Not long after he had buried his son, Gregg Garvey returned to his North Florida home down a bumpy, dirt road in rural Clay County.
He sat outside on the back deck, under the live oaks, crying and staring out over nearby Spring Lake. In his hand he cradled a picture of his son, Army Sgt. Justin "Hobie" Garvey, taken during a fishing trip more than a decade earlier.
Somewhere between the anger and heartache, an idea crept into the grieving father's head.
"I made a promise to Justin," said Garvey, a consultant for an RV dealership. "People have a tendency to forget. I wasn't going to wait 50 years to honor my son."
He decided to raise money for memorials in the hometowns of every soldier killed during the war in Iraq. He planned to design a flag and sell it on a Web site that kept a list of the dead.
"I didn't even know how to turn a computer on," Garvey said.
That was more than a year and 800 soldier deaths ago. But Garvey's venture presses on, and the man himself remains as determined and stiff-jawed as ever.
This will be his life's mission, he says, his steely blue eyes stern and serious. "I'm a hot-blooded son of a gun. If it takes me 50 years, we'll get this project done."
* * *
After his parents divorced in 1991, Justin Garvey spent his middle and high school years in Proctor, Vt. He was an honor roll student and never missed a day of school between kindergarten and sixth grade.
He helped lead his Vermont high school soccer team to a state championship and was named MVP. In his yearbook, beneath a picture of him in a flannel shirt, is this quote: "Respect is not just given; it needs to be earned."
Perhaps that's what he was thinking when he enrolled in the Vermont National Guard in his junior year of high school. A year after graduation, he joined the Army and headed to Fort Campbell, Ky., and the 101st Airborne.
But the soldier had more than a serious side.
His favorite movie was Happy Gilmore, starring Adam Sandler. His favorite song, by country singer Travis Tritt, was It's a Great Day to Be Alive. He loved to hunt and fish, to ride dirt bikes and come home covered in mud.
All of that felt a long way off in the middle of July 2003, when Garvey headed out on a night mission with a group of fellow soldiers in northern Iraq. Just after midnight on July 20, according to reports, Garvey and another soldier were killed when the vehicle they were in was ambushed outside the town of Tal Afar, near the borders of Syria and Turkey.
He was 23.
Back in Florida, Gregg Garvey, 50, was in Daytona Beach for business. He awoke at 2:15 a.m., flipped on the television and heard that two soldiers from the 101st had died in an ambush.
"I knew something had happened," said Garvey. "I just felt it."
By that night, Army officials were driving down the dirt road toward his home.
* * *
From that tearful day on his back porch, Gregg Garvey began turning his idea into reality.
He turned on a computer and enlisted the help of people who knew about the Internet.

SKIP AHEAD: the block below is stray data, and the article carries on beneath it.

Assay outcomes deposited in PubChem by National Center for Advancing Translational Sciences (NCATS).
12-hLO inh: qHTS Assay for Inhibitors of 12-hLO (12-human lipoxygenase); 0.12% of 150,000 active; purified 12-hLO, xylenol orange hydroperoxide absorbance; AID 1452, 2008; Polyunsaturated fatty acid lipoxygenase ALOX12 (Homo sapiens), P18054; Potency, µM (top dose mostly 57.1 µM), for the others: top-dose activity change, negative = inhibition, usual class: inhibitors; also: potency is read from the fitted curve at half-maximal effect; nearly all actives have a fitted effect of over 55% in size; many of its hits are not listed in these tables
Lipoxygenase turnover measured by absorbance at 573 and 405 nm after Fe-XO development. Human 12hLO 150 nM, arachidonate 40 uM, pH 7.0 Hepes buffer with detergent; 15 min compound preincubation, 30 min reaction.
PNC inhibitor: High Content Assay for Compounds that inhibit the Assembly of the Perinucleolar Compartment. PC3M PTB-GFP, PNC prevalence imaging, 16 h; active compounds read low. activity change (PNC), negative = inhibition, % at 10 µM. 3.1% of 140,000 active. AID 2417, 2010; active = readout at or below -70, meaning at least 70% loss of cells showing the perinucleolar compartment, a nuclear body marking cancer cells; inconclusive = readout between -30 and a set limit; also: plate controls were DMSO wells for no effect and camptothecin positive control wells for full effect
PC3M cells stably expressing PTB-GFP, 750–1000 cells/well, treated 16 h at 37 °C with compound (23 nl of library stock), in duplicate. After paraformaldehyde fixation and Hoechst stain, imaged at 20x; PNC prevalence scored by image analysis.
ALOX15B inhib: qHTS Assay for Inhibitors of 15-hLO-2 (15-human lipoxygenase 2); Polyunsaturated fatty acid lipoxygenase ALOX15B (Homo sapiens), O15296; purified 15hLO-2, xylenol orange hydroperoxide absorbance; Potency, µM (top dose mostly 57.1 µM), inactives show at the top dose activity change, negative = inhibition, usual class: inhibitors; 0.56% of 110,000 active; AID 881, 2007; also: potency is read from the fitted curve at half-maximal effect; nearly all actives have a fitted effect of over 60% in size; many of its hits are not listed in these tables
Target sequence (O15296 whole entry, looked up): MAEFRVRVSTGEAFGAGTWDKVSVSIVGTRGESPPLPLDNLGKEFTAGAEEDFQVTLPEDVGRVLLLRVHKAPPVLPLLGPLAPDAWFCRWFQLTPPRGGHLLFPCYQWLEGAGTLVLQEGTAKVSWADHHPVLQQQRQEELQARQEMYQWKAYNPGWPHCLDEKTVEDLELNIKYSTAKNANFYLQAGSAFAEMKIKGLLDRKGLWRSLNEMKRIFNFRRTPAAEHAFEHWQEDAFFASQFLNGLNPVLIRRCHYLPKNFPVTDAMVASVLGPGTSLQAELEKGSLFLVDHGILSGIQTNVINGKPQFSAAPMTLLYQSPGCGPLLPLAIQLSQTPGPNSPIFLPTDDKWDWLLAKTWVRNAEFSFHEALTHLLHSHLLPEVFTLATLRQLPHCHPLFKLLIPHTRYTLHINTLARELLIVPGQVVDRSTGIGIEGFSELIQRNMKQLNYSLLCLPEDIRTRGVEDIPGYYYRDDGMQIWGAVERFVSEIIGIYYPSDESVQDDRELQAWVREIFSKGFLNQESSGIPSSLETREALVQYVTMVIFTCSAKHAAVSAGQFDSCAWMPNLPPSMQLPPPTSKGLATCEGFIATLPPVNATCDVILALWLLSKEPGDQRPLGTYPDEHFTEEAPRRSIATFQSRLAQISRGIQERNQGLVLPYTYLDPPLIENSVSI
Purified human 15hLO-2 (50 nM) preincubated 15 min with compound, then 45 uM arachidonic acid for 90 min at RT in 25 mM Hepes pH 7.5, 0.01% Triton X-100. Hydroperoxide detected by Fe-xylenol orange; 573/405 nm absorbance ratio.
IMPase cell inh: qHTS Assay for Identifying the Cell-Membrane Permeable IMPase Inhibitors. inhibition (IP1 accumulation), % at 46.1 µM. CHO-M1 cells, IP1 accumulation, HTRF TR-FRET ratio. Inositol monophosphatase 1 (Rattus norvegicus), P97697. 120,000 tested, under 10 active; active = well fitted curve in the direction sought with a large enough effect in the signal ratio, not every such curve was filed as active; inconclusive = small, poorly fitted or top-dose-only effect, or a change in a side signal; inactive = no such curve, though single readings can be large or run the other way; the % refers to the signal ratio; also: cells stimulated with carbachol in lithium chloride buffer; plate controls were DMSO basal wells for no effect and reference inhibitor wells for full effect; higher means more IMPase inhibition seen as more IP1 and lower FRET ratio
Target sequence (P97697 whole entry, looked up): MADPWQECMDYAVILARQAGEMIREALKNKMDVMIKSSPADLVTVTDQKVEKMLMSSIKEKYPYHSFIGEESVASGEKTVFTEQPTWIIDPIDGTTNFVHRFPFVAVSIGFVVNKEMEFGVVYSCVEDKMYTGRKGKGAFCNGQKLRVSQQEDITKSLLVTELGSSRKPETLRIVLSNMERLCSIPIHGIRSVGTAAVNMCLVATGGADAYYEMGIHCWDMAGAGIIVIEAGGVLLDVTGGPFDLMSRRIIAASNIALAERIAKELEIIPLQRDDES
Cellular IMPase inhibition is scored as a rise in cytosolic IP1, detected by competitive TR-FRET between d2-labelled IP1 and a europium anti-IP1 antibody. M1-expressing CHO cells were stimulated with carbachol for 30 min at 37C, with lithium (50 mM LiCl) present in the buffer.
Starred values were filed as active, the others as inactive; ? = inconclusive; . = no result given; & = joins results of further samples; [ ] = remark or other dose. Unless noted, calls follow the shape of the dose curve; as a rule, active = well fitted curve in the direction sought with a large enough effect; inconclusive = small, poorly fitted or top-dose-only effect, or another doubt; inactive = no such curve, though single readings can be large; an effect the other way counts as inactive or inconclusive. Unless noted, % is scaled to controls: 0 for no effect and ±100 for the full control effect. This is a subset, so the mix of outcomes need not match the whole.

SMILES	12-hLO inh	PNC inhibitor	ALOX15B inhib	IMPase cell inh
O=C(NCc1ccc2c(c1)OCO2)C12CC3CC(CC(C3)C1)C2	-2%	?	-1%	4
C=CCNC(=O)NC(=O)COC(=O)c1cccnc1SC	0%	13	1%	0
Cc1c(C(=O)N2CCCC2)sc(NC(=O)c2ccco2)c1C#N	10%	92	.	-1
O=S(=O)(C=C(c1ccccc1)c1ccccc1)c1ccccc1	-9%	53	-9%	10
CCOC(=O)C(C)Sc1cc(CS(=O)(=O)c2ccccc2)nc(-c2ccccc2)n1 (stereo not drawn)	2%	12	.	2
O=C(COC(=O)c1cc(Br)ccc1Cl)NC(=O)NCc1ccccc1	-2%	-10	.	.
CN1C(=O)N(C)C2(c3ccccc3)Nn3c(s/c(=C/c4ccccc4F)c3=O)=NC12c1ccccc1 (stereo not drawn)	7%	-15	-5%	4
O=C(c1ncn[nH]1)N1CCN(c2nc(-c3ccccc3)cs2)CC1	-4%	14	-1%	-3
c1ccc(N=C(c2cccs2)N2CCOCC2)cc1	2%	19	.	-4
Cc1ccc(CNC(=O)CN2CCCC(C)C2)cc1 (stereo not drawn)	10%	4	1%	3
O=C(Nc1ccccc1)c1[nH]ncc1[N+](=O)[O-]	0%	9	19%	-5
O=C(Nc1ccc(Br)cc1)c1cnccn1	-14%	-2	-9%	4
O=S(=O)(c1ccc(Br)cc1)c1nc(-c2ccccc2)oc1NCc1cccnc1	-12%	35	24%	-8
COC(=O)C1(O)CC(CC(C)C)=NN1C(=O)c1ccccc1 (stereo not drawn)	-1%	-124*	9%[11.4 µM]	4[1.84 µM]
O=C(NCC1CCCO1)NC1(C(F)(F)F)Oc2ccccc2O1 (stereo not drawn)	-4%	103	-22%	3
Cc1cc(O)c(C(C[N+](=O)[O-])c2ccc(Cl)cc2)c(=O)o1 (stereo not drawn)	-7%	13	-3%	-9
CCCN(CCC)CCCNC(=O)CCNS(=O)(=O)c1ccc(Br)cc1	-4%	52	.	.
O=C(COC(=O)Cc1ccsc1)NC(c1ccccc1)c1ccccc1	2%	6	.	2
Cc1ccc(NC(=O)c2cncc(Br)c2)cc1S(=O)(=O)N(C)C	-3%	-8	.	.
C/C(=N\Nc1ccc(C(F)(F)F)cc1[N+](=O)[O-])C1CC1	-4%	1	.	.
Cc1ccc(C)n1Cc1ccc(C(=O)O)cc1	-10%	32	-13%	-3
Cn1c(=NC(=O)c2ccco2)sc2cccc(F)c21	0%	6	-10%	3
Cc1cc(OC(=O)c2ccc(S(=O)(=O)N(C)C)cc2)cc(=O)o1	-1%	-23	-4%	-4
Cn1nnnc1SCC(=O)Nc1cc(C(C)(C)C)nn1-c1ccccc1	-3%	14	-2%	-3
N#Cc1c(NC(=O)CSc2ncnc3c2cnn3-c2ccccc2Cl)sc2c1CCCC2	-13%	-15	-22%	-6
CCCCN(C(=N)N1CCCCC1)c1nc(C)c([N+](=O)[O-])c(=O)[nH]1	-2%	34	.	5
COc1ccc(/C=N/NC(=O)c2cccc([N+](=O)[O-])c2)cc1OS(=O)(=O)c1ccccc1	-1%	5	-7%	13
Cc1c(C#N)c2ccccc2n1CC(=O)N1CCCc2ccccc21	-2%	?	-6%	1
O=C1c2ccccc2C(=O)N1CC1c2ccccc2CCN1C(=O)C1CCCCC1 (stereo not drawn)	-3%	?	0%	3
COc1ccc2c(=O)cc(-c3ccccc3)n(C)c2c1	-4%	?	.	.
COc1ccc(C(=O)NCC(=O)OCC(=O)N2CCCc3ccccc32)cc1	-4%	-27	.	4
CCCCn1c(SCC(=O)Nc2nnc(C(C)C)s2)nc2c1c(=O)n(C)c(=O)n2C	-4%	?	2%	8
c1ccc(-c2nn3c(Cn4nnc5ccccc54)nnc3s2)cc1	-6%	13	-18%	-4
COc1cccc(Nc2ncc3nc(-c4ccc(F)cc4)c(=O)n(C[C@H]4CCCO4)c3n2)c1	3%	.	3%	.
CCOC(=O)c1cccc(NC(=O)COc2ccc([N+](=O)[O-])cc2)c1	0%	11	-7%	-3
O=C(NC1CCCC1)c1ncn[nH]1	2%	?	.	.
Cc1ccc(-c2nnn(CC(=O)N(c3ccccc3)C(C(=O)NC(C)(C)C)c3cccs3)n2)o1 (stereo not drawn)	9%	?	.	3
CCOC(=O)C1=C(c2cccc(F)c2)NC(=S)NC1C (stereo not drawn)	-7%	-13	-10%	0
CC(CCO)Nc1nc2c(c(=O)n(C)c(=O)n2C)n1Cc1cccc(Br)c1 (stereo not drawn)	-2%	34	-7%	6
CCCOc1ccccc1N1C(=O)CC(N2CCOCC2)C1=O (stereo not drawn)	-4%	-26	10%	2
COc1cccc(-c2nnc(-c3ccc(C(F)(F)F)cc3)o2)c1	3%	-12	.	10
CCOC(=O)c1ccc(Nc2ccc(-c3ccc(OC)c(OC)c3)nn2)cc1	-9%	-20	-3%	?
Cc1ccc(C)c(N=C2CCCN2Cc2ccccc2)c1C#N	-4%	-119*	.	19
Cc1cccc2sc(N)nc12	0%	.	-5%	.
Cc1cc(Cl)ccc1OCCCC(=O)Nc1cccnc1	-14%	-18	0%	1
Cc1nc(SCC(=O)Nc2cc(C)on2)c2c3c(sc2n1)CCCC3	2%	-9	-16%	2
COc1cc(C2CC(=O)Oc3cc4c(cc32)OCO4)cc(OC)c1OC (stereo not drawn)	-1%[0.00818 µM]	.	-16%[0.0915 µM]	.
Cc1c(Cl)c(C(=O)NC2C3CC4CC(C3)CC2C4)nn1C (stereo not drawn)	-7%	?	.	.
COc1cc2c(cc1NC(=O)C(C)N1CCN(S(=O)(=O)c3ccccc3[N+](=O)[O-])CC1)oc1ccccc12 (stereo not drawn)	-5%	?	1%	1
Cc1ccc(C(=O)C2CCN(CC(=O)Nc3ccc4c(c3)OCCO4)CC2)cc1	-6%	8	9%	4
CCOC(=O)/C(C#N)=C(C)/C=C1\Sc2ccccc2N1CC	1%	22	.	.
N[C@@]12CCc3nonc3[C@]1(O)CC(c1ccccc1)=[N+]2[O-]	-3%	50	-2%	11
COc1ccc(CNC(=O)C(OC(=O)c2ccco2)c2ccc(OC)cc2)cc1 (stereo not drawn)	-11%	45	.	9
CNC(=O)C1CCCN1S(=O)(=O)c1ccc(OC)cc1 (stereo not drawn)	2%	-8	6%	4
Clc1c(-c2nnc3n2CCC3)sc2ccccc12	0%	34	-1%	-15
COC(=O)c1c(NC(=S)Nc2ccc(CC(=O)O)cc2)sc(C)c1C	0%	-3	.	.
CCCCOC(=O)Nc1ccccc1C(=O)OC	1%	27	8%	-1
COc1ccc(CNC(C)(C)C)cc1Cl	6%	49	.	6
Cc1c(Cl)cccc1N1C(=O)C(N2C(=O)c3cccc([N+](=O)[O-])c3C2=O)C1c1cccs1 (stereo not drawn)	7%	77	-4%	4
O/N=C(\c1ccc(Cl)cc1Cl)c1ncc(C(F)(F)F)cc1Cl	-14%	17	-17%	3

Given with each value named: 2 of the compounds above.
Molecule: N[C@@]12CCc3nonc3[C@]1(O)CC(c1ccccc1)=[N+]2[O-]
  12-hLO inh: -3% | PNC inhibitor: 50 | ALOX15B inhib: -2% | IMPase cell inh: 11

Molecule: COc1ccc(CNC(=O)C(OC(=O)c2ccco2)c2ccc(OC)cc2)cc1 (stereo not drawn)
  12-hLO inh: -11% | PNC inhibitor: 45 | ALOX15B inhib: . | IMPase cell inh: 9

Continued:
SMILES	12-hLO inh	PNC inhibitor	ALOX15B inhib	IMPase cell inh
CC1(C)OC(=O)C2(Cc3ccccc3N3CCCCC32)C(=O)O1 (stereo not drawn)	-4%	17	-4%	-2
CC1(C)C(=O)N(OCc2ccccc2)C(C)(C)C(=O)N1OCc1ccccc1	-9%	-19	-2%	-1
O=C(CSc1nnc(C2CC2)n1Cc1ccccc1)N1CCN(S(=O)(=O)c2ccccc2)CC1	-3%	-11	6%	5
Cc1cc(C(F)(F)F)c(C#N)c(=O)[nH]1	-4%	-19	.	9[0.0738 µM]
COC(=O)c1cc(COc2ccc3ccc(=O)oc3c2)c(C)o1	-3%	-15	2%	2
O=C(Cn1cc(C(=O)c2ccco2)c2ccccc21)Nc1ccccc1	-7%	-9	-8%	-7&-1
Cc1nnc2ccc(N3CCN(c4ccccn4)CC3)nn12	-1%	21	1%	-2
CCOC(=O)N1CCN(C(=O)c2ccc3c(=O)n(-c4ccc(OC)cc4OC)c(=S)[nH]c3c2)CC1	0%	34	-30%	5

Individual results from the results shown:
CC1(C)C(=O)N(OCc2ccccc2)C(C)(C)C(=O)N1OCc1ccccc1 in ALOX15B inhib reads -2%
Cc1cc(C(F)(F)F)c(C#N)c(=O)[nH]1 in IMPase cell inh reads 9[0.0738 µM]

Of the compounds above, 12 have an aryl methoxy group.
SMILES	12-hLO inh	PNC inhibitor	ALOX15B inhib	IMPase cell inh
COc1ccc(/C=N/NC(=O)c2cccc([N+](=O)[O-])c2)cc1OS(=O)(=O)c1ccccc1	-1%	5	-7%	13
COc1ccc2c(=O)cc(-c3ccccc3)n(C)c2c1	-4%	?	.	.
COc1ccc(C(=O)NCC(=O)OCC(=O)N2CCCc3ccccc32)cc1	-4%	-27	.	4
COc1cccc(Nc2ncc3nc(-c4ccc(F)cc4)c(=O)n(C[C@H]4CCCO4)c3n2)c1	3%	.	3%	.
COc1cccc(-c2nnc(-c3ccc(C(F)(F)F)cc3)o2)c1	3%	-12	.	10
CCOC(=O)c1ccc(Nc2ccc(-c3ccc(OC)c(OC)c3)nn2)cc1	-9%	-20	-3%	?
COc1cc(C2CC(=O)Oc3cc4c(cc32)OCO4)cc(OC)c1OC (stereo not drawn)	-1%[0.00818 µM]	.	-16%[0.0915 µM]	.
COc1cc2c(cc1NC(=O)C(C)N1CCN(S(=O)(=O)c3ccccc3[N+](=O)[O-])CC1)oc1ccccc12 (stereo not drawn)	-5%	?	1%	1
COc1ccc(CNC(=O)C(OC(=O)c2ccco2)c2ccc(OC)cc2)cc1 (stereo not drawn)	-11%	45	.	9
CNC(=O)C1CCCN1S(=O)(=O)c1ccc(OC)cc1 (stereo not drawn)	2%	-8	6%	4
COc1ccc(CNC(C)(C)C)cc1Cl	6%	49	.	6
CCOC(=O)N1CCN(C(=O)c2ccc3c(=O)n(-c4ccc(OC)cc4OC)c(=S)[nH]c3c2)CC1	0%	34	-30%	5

He contacted a bronze company in Sanford about making the small memorials - estimated to cost about $7,500 each - that he wanted placed in towns across America.
He designed a flag - white background, yellow outline, with the silhouette of a field cross and the label "Lest They Be Forgotten" - and had a company in Pennsylvania produce it.
For months, he worked 80 hours a week.
The result is www.lesttheybeforgotten.org the site where supporters can make donations or purchase what Garvey calls the Flag for the Fallen. The site details plans for the memorials, which include a flag pole and a plaque to honor each soldier killed. It also features a running list of soldiers killed in Iraq.
Garvey estimates he has sold 500 flags since May and that, including donations and pledges, the site has raised $50,000 so far.
A father to six children and a supporter of the war, Garvey was a Republican but recently changed his affiliation to the Veterans Party. He has taken to the road often to promote the site. He has appeared on Sean Hannity's radio show. And he mentioned the flag to President Bush when he met him in March at Fort Campbell.
The flag already flies over homes and government buildings from Florida to Iowa. Garvey is determined to see it fly over the White House one day. He wants it to become as recognizable as the POW/MIA flag.
"It's truly a grass roots effort," he said. "(But) I believe once this gets rolling . . ."
The first memorial is scheduled for installation in January in Elba, Ala. It will honor Sgt. Jason Jordan, 24, who died in the same ambush that killed Justin Garvey.
The elder Garvey hopes that is the first of hundreds to come.
"This is not about me," he said. "(It's) about my son and all his fallen brothers and sisters. I have adopted each and every one of them."
* * *
It's a cool, clear fall afternoon, and Gregg Garvey is spending it the way he spends many afternoons these days. He's on his back porch, the one overlooking the lake, where this whole idea began. But today he isn't crying.
He's stuffing envelopes with flags and addressing them to places in New York and Virginia, Pennsylvania and Nebraska. One flag heads for Northridge, Ohio, the next to Austin, Texas.
Country music pours from the stereo nearby, and Garvey's Jack Russell terrier, Duke, chases squirrels into the oak trees. Garvey stops every now and again to light a Salem cigarette and rest.
From his pocket, he pulls the shiny M-16 shell that he carries everywhere to remind him of the 21-gun salute at his son's funeral. From his money clip, he unfolds a worn piece of paper. On it are words he wrote one melancholy night in a hotel room.
He no longer needs the paper. He knows his poem by heart: